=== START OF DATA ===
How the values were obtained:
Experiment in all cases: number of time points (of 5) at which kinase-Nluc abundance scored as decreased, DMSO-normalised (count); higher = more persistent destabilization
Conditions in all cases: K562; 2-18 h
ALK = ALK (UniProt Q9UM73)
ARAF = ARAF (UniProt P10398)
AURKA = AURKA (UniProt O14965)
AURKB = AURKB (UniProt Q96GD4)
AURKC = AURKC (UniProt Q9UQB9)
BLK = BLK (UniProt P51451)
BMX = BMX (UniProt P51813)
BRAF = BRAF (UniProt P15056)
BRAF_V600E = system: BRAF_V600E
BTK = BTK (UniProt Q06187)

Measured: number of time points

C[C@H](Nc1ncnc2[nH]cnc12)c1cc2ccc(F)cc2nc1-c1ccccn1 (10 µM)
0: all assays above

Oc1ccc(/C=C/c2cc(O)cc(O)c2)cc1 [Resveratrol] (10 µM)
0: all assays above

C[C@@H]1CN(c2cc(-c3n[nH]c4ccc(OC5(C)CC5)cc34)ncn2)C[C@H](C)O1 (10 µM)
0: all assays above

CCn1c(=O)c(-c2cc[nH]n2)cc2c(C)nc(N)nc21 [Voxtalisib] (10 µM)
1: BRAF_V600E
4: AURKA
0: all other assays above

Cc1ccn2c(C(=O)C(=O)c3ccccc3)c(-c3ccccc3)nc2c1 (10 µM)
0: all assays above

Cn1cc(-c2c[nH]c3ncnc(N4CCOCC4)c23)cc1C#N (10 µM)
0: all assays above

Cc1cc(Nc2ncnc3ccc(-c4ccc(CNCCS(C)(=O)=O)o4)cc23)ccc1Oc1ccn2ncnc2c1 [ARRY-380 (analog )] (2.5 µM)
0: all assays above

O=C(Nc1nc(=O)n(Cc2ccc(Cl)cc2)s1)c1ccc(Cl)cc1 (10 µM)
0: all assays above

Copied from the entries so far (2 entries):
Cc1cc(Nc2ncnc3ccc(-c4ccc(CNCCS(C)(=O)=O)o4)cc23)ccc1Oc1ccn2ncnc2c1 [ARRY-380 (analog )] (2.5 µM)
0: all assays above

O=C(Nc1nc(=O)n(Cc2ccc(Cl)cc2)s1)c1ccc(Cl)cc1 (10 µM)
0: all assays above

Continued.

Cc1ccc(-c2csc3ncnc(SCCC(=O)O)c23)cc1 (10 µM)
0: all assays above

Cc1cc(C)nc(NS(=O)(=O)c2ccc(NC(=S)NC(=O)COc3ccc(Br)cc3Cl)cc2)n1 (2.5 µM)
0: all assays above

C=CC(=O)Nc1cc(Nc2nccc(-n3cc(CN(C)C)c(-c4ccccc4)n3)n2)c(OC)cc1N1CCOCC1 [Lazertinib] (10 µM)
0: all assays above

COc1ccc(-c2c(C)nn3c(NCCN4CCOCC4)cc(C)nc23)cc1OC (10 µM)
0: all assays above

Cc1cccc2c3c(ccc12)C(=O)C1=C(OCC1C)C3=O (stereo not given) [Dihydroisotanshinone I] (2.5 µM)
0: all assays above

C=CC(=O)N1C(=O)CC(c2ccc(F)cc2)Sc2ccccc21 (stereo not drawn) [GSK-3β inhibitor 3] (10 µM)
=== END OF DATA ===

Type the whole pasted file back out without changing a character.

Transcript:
How the values were obtained:
Experiment in all cases: number of time points (of 5) at which kinase-Nluc abundance scored as decreased, DMSO-normalised (count); higher = more persistent destabilization
Conditions in all cases: K562; 2-18 h
ALK = ALK (UniProt Q9UM73)
ARAF = ARAF (UniProt P10398)
AURKA = AURKA (UniProt O14965)
AURKB = AURKB (UniProt Q96GD4)
AURKC = AURKC (UniProt Q9UQB9)
BLK = BLK (UniProt P51451)
BMX = BMX (UniProt P51813)
BRAF = BRAF (UniProt P15056)
BRAF_V600E = system: BRAF_V600E
BTK = BTK (UniProt Q06187)

Measured: number of time points

C[C@H](Nc1ncnc2[nH]cnc12)c1cc2ccc(F)cc2nc1-c1ccccn1 (10 µM)
0: all assays above

Oc1ccc(/C=C/c2cc(O)cc(O)c2)cc1 [Resveratrol] (10 µM)
0: all assays above

C[C@@H]1CN(c2cc(-c3n[nH]c4ccc(OC5(C)CC5)cc34)ncn2)C[C@H](C)O1 (10 µM)
0: all assays above

CCn1c(=O)c(-c2cc[nH]n2)cc2c(C)nc(N)nc21 [Voxtalisib] (10 µM)
1: BRAF_V600E
4: AURKA
0: all other assays above

Cc1ccn2c(C(=O)C(=O)c3ccccc3)c(-c3ccccc3)nc2c1 (10 µM)
0: all assays above

Cn1cc(-c2c[nH]c3ncnc(N4CCOCC4)c23)cc1C#N (10 µM)
0: all assays above

Cc1cc(Nc2ncnc3ccc(-c4ccc(CNCCS(C)(=O)=O)o4)cc23)ccc1Oc1ccn2ncnc2c1 [ARRY-380 (analog )] (2.5 µM)
0: all assays above

O=C(Nc1nc(=O)n(Cc2ccc(Cl)cc2)s1)c1ccc(Cl)cc1 (10 µM)
0: all assays above

Copied from the entries so far (2 entries):
Cc1cc(Nc2ncnc3ccc(-c4ccc(CNCCS(C)(=O)=O)o4)cc23)ccc1Oc1ccn2ncnc2c1 [ARRY-380 (analog )] (2.5 µM)
0: all assays above

O=C(Nc1nc(=O)n(Cc2ccc(Cl)cc2)s1)c1ccc(Cl)cc1 (10 µM)
0: all assays above

Continued.

Cc1ccc(-c2csc3ncnc(SCCC(=O)O)c23)cc1 (10 µM)
0: all assays above

Cc1cc(C)nc(NS(=O)(=O)c2ccc(NC(=S)NC(=O)COc3ccc(Br)cc3Cl)cc2)n1 (2.5 µM)
0: all assays above

C=CC(=O)Nc1cc(Nc2nccc(-n3cc(CN(C)C)c(-c4ccccc4)n3)n2)c(OC)cc1N1CCOCC1 [Lazertinib] (10 µM)
0: all assays above

COc1ccc(-c2c(C)nn3c(NCCN4CCOCC4)cc(C)nc23)cc1OC (10 µM)
0: all assays above

Cc1cccc2c3c(ccc12)C(=O)C1=C(OCC1C)C3=O (stereo not given) [Dihydroisotanshinone I] (2.5 µM)
0: all assays above

C=CC(=O)N1C(=O)CC(c2ccc(F)cc2)Sc2ccccc21 (stereo not drawn) [GSK-3β inhibitor 3] (10 µM)